Every spring I would welcome the phoebes to their nests on my porches; one on the back, another on the front, sheltered from the weather under the roof’s wide overhang, ancestral homes that are at this point as old as my own. I’d witness any number of newly-hatched youngsters fledge from those porches, their fragile tiny wings struggling until they reached the closest branch, and I would sigh in relief at their success. They made delightful tenants, but last year the nests were empty. Historic daubs of mud and dry grass, unpretty things littered with bits of shell and feather and feces, now sad relics. I’ve left them in place, intact, hoping, hoping, but in my heart I know there’s been a decided change. The only birdsong I hear now is the hoarse cry of a lonesome crow, and I try to disregard the message.
This small forest, my home, a microcosm of a larger, wilder system, has been the perfect size for a single artist to share with a secret deer herd, rabbits, foxes, squirrels, but in recent years I cheer whenever I notice any hint of movement in the undergrowth, in the trees, along the brook. I saw one squirrel today. One, where there had been whole noisy families, chasing each other up the maples and down the oaks. Last week, I glimpsed a solitary doe browsing beside the brook. I wanted to rush up to her, to grab her and trundle her inside to cherish her. I often hear gunfire, even though my land is posted. I’ve never found deer remains, no evidence of slaughter, yet I fear something more deadly and insidious is the killer. The warmer climate has exploded the tick population and the animals have suffered. As have I. Each foray outside brings more ticks attached to the dog and to me. The new normal. How long can we adjust?
Rachael Carson wrote Silent Spring to warn of the demise of wildlife and the dangers of chemicals. Those words, Silent Spring, whisper in my ears, taunting the absence of birdsong, the stilled humming of bees and dragonflies. Wild blackberry and raspberry bushes produce stunted flowers that yield no fruit. When I see a bee, which is seldom, I smile and greet her, try to encourage her to find her relatives, to enjoy the brightness of the day. The goldenrod still rises triumphant, the asters bloom still colorful in the fall, but the lupine are scraggly. The Joe Pye weed has disappeared entirely. The Monarchs used to love the tall Joe Pye, gaudy orange flirting with the purple. Now they’ve disappeared as well. I’ve tried to replant milkweed, but it never blooms. There are no more apples on the twisted ancient trees. The land is diminished. What was lushyears ago has become sad and threadbare, an elderly comb-over of its former self. The balance is tenuous. The future is questionable.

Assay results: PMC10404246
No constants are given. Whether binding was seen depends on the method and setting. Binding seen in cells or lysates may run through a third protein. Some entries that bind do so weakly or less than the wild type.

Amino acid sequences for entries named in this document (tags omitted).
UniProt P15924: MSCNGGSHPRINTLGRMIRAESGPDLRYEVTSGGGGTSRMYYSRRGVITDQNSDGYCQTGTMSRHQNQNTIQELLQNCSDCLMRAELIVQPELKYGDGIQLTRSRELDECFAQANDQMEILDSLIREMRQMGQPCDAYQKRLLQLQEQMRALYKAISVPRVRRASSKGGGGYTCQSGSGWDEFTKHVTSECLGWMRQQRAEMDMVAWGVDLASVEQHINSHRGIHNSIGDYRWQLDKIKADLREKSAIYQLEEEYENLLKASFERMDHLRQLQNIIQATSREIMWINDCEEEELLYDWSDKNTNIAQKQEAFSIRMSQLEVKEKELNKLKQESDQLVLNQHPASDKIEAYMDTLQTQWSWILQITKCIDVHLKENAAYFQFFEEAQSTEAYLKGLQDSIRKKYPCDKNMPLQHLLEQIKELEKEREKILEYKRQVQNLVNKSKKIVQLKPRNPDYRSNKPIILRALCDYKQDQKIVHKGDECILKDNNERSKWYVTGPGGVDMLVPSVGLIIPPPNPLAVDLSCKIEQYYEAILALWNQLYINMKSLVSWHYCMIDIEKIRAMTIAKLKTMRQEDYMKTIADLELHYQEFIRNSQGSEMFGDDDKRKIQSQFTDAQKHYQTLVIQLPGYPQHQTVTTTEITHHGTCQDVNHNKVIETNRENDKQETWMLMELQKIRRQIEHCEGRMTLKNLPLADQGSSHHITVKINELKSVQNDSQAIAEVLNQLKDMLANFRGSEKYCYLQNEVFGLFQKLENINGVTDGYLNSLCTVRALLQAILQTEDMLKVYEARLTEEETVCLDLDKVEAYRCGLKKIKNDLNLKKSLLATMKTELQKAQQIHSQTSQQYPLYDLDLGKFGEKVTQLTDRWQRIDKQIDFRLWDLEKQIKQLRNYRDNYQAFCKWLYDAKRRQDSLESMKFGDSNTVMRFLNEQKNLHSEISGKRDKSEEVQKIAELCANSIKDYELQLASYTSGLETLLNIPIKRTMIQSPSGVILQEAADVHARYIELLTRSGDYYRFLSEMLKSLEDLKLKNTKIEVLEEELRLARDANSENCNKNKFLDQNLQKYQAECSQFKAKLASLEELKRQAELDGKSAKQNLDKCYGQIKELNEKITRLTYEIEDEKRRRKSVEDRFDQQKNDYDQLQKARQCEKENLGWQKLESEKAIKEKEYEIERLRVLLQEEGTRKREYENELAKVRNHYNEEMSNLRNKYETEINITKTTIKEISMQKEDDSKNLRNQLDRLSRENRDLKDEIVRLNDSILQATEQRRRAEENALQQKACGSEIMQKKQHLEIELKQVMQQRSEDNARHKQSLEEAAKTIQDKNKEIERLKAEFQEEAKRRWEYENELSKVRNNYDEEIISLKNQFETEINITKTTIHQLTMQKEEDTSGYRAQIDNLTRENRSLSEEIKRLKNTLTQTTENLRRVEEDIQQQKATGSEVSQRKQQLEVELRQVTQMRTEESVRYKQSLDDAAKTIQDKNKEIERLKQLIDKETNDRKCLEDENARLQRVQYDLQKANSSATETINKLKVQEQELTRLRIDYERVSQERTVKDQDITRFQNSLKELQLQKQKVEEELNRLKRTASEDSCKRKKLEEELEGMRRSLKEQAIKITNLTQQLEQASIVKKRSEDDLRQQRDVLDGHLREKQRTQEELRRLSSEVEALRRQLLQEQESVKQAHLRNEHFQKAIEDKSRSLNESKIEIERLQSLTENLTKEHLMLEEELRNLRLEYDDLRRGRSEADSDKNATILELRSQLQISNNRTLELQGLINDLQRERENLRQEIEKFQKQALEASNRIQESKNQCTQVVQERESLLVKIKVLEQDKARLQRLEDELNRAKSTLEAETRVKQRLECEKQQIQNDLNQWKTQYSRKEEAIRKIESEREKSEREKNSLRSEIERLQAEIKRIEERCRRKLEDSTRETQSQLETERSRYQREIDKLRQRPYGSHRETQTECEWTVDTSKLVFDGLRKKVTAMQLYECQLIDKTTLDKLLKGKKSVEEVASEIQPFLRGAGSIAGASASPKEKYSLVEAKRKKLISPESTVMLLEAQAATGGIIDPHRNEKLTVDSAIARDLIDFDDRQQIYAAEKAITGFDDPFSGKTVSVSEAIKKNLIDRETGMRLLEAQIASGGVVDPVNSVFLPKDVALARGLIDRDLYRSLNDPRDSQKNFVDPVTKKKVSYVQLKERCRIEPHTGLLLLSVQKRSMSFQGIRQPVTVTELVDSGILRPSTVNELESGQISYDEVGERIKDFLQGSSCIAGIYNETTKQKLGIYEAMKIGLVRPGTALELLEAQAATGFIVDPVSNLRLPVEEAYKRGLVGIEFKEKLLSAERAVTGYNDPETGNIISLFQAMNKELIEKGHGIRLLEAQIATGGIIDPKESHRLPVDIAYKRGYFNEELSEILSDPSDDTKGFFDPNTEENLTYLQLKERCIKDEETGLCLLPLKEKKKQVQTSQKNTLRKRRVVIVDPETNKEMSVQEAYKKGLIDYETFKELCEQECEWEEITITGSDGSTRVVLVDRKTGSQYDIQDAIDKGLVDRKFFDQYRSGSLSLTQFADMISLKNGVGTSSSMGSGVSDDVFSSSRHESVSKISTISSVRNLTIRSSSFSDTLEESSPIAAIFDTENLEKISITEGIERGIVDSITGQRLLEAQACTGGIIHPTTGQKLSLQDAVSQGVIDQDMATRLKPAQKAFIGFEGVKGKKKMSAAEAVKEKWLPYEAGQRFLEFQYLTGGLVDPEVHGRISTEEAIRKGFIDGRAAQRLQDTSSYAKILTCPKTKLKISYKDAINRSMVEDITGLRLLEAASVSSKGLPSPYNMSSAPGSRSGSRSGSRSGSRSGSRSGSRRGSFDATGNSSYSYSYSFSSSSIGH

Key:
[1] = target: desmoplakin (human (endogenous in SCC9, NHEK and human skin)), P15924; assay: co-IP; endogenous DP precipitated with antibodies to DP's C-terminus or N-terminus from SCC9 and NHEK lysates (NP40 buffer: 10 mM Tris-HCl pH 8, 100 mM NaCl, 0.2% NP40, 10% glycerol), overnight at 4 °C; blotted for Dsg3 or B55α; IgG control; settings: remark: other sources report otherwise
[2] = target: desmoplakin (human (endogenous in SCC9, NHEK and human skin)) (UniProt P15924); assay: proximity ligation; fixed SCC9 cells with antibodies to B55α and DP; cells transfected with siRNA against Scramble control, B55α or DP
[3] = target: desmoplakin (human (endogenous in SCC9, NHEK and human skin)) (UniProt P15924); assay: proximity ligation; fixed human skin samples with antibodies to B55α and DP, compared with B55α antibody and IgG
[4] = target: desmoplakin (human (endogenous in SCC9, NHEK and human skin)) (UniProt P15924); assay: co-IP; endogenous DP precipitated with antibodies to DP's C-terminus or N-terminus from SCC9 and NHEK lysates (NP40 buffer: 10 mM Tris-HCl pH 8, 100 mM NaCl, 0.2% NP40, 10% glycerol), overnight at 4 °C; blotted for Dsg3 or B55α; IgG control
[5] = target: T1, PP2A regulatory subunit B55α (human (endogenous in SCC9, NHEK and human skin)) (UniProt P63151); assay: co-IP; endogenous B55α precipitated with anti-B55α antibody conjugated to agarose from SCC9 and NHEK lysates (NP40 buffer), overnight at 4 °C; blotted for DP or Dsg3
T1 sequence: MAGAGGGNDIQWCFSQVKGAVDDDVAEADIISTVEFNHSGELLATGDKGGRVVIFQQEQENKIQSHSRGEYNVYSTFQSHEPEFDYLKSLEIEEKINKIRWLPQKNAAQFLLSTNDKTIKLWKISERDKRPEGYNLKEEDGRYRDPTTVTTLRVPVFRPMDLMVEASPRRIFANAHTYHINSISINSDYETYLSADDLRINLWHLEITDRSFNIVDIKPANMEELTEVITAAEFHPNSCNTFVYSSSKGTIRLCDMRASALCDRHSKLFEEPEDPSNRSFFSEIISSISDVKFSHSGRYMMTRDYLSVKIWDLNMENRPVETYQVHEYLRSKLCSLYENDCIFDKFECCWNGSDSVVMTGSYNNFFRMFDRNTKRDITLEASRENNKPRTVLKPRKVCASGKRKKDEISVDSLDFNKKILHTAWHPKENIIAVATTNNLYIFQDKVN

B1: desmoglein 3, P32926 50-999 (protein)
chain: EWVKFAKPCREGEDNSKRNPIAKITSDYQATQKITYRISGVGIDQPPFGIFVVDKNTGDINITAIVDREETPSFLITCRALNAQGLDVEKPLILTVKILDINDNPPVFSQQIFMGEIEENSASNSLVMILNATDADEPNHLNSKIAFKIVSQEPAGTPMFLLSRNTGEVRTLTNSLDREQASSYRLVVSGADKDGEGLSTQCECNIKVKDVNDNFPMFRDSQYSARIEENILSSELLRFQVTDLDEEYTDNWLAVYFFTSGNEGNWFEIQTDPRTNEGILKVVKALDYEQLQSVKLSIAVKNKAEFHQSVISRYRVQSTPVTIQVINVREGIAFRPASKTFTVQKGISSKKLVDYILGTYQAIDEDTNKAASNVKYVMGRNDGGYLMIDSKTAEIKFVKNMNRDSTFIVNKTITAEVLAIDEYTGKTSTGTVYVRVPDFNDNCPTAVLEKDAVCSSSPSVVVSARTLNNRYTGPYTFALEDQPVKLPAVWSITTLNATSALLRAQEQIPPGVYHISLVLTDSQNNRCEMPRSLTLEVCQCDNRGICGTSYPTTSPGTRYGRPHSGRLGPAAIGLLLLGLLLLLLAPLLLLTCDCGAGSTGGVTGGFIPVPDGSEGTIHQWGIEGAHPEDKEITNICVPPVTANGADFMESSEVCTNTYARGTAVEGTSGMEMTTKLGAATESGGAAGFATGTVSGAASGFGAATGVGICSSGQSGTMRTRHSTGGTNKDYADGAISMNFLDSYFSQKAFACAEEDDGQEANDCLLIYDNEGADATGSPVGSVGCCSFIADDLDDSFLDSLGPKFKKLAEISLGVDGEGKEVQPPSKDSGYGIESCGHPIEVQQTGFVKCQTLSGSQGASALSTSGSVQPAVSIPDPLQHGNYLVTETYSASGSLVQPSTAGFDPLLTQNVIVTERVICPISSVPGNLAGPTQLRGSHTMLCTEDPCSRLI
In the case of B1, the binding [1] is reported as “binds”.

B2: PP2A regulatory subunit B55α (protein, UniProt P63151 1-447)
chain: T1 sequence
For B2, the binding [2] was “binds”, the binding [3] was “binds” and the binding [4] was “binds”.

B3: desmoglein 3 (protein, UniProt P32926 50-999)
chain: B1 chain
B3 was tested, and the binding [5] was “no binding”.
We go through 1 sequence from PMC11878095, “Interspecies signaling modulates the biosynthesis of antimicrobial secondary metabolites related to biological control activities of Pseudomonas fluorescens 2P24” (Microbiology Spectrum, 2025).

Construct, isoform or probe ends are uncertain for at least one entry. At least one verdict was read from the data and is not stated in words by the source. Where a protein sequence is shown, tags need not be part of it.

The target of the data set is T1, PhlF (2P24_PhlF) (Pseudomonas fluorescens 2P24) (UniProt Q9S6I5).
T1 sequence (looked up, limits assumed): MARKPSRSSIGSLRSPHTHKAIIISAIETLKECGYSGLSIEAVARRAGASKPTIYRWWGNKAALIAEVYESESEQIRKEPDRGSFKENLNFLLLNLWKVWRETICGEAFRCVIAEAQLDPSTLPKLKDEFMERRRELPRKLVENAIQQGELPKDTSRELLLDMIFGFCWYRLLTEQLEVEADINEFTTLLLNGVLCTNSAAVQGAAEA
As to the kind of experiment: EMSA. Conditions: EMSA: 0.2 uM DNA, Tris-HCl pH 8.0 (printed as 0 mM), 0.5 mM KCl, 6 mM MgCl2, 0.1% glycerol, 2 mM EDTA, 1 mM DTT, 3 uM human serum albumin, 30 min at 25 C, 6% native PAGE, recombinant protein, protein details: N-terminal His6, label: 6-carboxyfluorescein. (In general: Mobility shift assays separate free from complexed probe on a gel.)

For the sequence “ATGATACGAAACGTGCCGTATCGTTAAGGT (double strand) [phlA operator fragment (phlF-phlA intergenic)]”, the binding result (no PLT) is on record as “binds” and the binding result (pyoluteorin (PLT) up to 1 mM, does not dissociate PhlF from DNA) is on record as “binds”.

This is all so personal, so trivial, yet so unusual in the world of today that I feel I myself may be a vanishing species. My simple way of life is strangled by the cat’s cradle of drooping wires that connects the vinyl houses perched along the highway to the power grid that struts across a field where deer used to graze at dawn. The residents of those vinyl-clad behemoths anxiously await the time when drones will deliver pizza directly to their fiberglass doors. I lack the money and the technology and the strength to live entirely off-the-grid, but my own wires are subtly buried and only the one pole at the highway announces the possibility of a twenty-first century human residence hidden beyond that road, beyond the driveway, beyond the trees. The rest of my property is referred to by the power company as a “dead zone” along which I’ve forbidden poles and wires. I’m proud of my dead zone and it gives me great pleasure that my life is framed by nature, not the crudeness of transformers. The tree canopy remains so dense around my house that Google can’t find me and I doubt any nosy drone could penetrate. Yet changes have come and more will come, and I’m powerless to stop them.